Mr. Eustis to Mr. Olney.

No. 379.]

Sir: Upon receiving dispatch No. 512 from the Department, instructing me to bring again to the attention of the French Government the subject of the prohibition of the importation of our cattle, and to ask that, in view of the present good sanitary condition of our live stock of all kinds, the question of revoking this measure be taken into consideration, I communicated at once with Mr. Hanotaux.

Quoting the statement made by the Secretary of Agriculture in the letter accompanying your dispatch, I represented that the present healthful condition of our cattle was well established; that the existence of pleuro-pneumonia among the animals shipped abroad was unfounded and based upon errors of diagnosis, as there had been no cases of this disease in the United States for several years; that our cattle were also equally free from Texas fever, and that even if cattle affected by that fever had been found among our exportations, we should have the right to protest against the prohibition of the trade on that account, as the disease is not disseminated by affected cattle. I added that, in view of these facts, my Government entertained the hope that it may be found practicable to revoke the decree prohibiting the importation of American cattle into France.

Under date of the 23d instant, Mr. Hanotaux replies that he hastened to transmit my communication to the minister of commerce, recommending it to his attention in the most particular manner, but adds that, in view of the information published in the American papers with reference to the existence of epizootic diseases in several States of the Union, he would have liked the statement of our Secretary of Agriculture to have been accompanied by statistic data, furnished by the veterinary inspectors, showing the number of cases of epizooty recorded in the United States during the months of June and July.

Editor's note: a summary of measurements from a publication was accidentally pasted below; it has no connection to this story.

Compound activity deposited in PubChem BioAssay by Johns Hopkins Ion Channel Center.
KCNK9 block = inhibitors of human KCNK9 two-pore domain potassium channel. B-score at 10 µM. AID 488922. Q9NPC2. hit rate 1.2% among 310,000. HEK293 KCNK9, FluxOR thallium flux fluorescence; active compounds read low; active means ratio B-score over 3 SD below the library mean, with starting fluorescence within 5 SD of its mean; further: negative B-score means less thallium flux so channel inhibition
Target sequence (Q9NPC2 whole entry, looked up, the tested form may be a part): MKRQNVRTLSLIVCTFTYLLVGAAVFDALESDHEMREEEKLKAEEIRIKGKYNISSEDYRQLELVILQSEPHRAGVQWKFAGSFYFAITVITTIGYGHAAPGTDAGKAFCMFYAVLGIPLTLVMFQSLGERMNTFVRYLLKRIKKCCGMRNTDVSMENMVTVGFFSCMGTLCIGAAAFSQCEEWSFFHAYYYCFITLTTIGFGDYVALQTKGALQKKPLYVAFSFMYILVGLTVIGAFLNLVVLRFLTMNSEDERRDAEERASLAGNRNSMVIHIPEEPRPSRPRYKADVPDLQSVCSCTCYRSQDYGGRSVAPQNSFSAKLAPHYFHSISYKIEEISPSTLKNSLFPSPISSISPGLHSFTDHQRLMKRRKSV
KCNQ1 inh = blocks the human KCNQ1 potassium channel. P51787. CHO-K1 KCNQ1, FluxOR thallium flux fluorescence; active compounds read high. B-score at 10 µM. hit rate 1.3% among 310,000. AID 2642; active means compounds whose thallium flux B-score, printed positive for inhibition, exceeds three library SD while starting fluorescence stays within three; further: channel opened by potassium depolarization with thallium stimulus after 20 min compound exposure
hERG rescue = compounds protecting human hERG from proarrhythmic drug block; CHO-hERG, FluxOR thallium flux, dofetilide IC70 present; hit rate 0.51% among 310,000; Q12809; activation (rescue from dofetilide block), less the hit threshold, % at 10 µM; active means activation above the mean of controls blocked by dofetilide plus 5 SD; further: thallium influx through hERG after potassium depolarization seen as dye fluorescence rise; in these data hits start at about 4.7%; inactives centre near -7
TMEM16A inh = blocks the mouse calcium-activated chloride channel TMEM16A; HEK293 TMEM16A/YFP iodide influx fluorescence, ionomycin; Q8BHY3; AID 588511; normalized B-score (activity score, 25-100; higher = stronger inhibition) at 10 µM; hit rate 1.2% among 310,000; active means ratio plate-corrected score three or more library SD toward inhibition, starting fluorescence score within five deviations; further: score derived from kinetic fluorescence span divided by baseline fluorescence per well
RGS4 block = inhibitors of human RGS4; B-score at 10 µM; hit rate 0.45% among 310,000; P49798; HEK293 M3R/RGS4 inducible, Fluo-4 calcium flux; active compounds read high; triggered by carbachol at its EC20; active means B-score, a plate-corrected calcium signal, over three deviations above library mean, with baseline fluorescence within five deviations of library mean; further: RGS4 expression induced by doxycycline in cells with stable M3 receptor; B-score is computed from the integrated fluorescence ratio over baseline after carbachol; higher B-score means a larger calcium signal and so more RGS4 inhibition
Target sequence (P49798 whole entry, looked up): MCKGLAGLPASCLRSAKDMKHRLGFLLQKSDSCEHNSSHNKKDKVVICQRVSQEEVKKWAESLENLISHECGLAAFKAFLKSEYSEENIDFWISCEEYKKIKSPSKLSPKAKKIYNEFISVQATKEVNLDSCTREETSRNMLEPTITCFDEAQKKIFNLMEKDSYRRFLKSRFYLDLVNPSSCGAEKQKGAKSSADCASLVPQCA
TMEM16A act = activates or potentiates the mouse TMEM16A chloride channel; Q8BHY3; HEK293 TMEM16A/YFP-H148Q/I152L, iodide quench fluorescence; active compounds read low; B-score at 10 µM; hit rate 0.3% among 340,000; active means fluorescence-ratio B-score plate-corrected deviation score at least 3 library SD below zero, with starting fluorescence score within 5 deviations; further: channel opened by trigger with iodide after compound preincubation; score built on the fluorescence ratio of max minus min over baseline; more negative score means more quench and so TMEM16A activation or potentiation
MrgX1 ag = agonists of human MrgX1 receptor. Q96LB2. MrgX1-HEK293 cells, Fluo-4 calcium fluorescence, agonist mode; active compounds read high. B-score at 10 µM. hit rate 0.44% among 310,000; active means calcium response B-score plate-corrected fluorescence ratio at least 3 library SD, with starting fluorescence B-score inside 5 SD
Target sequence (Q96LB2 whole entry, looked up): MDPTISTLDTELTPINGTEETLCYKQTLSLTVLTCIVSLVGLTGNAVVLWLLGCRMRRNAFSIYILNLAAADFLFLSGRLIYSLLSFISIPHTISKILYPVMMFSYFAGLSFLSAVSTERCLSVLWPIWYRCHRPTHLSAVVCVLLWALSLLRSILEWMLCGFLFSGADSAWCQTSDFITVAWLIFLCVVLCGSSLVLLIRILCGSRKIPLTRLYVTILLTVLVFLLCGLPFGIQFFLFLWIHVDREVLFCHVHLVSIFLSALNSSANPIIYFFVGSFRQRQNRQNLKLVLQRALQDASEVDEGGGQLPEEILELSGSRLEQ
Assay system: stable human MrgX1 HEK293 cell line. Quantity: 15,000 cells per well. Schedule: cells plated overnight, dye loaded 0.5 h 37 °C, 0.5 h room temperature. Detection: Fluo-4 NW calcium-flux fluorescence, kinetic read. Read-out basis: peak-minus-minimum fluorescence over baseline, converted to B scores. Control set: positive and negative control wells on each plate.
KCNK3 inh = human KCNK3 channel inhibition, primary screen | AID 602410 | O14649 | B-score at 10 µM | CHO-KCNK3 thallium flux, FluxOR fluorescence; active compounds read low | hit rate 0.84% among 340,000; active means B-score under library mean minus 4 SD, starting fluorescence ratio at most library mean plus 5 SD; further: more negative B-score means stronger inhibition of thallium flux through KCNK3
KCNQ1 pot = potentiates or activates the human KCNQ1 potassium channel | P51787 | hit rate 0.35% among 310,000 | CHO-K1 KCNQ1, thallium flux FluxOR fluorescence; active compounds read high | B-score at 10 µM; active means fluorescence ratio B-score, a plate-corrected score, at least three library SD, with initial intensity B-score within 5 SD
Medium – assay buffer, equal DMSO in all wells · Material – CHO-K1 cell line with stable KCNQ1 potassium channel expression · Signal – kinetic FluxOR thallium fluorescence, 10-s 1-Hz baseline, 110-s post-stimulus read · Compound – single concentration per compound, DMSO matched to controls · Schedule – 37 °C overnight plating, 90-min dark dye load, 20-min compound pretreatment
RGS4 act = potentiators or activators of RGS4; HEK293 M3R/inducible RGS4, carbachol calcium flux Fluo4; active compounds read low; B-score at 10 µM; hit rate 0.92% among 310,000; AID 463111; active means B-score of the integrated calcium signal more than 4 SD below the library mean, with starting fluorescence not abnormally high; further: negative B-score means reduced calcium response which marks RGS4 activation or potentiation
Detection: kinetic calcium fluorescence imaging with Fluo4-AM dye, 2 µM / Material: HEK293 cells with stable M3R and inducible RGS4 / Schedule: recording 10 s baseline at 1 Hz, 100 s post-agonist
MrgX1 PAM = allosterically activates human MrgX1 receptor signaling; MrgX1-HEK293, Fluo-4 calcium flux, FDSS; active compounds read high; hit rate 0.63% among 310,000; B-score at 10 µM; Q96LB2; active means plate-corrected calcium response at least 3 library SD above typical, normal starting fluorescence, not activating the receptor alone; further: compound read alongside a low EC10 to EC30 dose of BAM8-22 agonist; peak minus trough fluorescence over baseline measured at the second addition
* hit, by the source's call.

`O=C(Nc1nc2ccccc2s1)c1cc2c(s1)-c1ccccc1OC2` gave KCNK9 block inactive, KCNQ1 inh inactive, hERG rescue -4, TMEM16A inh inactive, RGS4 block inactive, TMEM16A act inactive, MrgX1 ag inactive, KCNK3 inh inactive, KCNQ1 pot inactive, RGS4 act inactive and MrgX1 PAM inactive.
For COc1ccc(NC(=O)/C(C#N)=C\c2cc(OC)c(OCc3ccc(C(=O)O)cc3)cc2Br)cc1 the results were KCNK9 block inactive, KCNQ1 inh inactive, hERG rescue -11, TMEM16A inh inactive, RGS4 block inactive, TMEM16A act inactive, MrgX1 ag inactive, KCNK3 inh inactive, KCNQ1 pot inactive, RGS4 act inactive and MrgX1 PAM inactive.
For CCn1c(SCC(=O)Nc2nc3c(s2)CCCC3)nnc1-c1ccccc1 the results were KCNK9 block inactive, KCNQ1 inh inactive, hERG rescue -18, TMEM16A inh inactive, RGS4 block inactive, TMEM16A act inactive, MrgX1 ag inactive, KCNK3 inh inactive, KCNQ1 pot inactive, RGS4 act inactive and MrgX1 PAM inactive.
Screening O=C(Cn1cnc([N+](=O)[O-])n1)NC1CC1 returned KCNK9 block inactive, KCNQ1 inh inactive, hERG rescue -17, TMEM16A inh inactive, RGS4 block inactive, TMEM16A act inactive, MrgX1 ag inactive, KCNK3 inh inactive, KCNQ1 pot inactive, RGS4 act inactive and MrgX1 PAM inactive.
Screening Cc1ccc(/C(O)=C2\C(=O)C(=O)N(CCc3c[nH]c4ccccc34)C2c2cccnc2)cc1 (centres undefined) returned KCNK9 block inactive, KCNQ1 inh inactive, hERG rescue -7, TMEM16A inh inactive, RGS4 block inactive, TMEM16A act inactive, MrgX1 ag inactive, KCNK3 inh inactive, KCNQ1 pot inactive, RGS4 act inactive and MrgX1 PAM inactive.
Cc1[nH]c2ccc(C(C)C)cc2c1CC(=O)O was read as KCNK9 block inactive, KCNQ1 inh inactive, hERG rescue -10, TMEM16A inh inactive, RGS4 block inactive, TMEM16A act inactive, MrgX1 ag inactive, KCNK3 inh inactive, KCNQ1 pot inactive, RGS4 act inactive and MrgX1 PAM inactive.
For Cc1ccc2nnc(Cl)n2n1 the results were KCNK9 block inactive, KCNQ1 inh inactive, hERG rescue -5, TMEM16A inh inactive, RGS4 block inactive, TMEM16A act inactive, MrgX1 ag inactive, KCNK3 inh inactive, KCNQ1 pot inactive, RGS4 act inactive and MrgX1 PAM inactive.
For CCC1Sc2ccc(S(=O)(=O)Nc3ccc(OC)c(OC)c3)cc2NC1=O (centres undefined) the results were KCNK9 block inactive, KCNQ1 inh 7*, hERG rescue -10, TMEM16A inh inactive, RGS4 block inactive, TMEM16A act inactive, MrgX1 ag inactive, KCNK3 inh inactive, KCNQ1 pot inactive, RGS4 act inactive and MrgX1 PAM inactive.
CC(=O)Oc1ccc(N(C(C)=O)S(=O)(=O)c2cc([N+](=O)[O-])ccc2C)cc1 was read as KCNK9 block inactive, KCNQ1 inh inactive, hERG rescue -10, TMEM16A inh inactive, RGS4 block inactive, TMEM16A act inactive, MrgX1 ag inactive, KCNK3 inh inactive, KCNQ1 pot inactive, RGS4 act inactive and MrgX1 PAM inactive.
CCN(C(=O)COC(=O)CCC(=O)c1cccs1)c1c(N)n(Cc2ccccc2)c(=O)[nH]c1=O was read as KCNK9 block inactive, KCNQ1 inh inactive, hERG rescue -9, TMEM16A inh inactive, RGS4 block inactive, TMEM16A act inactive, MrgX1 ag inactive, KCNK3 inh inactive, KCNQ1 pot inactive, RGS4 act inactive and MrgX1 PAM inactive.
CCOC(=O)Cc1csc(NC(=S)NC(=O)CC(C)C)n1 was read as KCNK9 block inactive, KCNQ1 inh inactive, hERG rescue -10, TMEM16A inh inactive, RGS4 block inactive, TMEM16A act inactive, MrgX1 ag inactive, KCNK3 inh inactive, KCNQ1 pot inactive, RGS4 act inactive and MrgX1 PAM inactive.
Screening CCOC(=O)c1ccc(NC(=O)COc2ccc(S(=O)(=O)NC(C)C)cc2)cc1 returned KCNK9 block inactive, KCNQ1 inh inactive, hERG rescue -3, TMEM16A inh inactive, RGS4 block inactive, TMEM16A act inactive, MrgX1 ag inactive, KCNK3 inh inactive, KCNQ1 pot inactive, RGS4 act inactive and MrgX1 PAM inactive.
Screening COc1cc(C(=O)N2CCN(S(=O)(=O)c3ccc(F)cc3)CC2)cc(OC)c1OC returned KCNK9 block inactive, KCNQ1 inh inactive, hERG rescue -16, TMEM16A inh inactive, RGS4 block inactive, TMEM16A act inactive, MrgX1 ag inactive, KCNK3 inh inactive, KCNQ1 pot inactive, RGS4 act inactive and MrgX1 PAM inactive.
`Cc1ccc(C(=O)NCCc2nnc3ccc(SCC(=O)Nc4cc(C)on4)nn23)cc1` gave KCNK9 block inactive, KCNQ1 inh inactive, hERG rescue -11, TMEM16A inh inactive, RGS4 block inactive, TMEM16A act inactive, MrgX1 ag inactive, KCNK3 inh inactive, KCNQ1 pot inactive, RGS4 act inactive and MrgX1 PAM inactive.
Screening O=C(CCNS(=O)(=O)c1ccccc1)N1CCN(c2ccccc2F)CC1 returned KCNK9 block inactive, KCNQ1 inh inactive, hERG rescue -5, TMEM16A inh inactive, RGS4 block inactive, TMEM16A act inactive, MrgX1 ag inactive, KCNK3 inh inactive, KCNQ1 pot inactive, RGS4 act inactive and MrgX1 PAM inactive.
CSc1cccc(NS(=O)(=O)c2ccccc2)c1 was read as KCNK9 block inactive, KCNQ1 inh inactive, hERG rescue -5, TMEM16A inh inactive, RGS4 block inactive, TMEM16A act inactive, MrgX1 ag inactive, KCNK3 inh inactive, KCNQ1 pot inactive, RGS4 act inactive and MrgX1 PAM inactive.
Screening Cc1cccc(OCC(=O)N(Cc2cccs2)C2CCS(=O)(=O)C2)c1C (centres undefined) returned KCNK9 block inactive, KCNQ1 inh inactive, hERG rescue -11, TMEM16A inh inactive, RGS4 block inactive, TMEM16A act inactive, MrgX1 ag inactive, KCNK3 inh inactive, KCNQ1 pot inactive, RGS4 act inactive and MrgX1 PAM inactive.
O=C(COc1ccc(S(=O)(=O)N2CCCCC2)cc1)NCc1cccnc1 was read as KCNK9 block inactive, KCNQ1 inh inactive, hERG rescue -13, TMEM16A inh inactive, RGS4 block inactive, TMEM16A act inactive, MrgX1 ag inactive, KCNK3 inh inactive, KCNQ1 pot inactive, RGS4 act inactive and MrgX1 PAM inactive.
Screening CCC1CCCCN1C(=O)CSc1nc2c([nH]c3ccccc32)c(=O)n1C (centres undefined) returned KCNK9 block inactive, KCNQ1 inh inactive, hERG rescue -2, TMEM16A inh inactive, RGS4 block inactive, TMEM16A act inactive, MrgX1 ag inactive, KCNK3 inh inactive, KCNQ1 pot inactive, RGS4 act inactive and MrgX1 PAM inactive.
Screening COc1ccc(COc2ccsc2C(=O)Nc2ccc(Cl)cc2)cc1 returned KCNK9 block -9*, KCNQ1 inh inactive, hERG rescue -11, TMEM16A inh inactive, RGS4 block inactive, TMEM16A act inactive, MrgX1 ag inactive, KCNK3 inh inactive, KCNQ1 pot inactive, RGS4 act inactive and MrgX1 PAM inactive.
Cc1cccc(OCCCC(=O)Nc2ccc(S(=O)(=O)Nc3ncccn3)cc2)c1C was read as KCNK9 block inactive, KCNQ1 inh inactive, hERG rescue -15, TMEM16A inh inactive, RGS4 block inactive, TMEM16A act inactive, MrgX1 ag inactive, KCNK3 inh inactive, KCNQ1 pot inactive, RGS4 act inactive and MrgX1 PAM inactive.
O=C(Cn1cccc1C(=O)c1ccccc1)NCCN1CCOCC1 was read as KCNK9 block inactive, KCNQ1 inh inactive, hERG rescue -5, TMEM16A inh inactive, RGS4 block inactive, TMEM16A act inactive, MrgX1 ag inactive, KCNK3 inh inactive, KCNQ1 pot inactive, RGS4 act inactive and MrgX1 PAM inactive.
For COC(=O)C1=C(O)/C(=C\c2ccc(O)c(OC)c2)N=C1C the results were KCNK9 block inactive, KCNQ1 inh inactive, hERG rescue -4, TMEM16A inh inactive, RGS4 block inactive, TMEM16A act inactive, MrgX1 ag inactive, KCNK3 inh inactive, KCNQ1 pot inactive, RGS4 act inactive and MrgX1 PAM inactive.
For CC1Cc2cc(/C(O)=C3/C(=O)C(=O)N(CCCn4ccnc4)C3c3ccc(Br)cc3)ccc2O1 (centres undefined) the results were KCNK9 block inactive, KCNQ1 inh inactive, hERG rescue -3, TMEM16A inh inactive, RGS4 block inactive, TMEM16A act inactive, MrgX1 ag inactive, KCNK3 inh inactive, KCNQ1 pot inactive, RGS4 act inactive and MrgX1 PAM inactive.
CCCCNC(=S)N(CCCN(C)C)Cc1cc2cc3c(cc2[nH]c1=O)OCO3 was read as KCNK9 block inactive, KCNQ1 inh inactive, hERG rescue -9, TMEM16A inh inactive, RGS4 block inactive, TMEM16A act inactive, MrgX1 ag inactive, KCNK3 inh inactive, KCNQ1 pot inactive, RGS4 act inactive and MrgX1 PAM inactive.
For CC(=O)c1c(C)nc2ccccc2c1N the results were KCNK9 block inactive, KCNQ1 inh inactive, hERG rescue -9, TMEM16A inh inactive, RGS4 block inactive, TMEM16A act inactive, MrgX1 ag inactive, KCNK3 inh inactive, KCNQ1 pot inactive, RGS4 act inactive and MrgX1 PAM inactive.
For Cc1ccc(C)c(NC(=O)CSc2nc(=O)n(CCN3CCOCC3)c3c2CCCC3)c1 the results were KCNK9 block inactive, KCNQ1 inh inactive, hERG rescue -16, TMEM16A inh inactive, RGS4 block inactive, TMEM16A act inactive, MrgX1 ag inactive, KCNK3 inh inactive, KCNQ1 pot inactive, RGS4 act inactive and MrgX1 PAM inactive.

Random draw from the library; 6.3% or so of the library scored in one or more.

I inclose herewith copy and translation of this reply.

I have, etc.,

J. B. Eustis
[Inclosure in No. 379.—Translation.]

Mr. Hanotaux to Mr. Eustis.

Mr. Ambassador: By a communication dated the 11th of this month you were kind enough to make known to me the importance your Government would attach to the removal of the prohibition, which was decreed on the 24th of last February as a sanitary measure, against the introduction in France of animals of the bovine species native to the United States.

Your excellency adds that in support of this demand you had received a letter from the Secretary of Agriculture, setting forth the satisfactory condition of the actual sanitary state of American cattle. I have the honor to inform you that I hastened to transmit your communication to my colleague, Mr. Garland, recommending to his attention in a special manner the demand which you did me the honor to address to me in the name of your Government.

It will nevertheless not escape you, Mr. Ambassador, that in the face of information spread by the American press itself regarding epizooty [Page 413] supposed to exist in divers States of the Union, it would have been of great help to me to have been able, at the same time, to point out to my colleague that the information sent you by the Federal Secretary of Agriculture, relating to the sanitary condition of animals of the bovine species in the United States, was accompanied by statistical reports emanating from the official veterinary inspection service in those States of the Union where cattle raising and trading is practiced, and containing the number of cases of epizooty existing in the different States during the months of June and July.

Please accept, etc.,

G. Hanotaux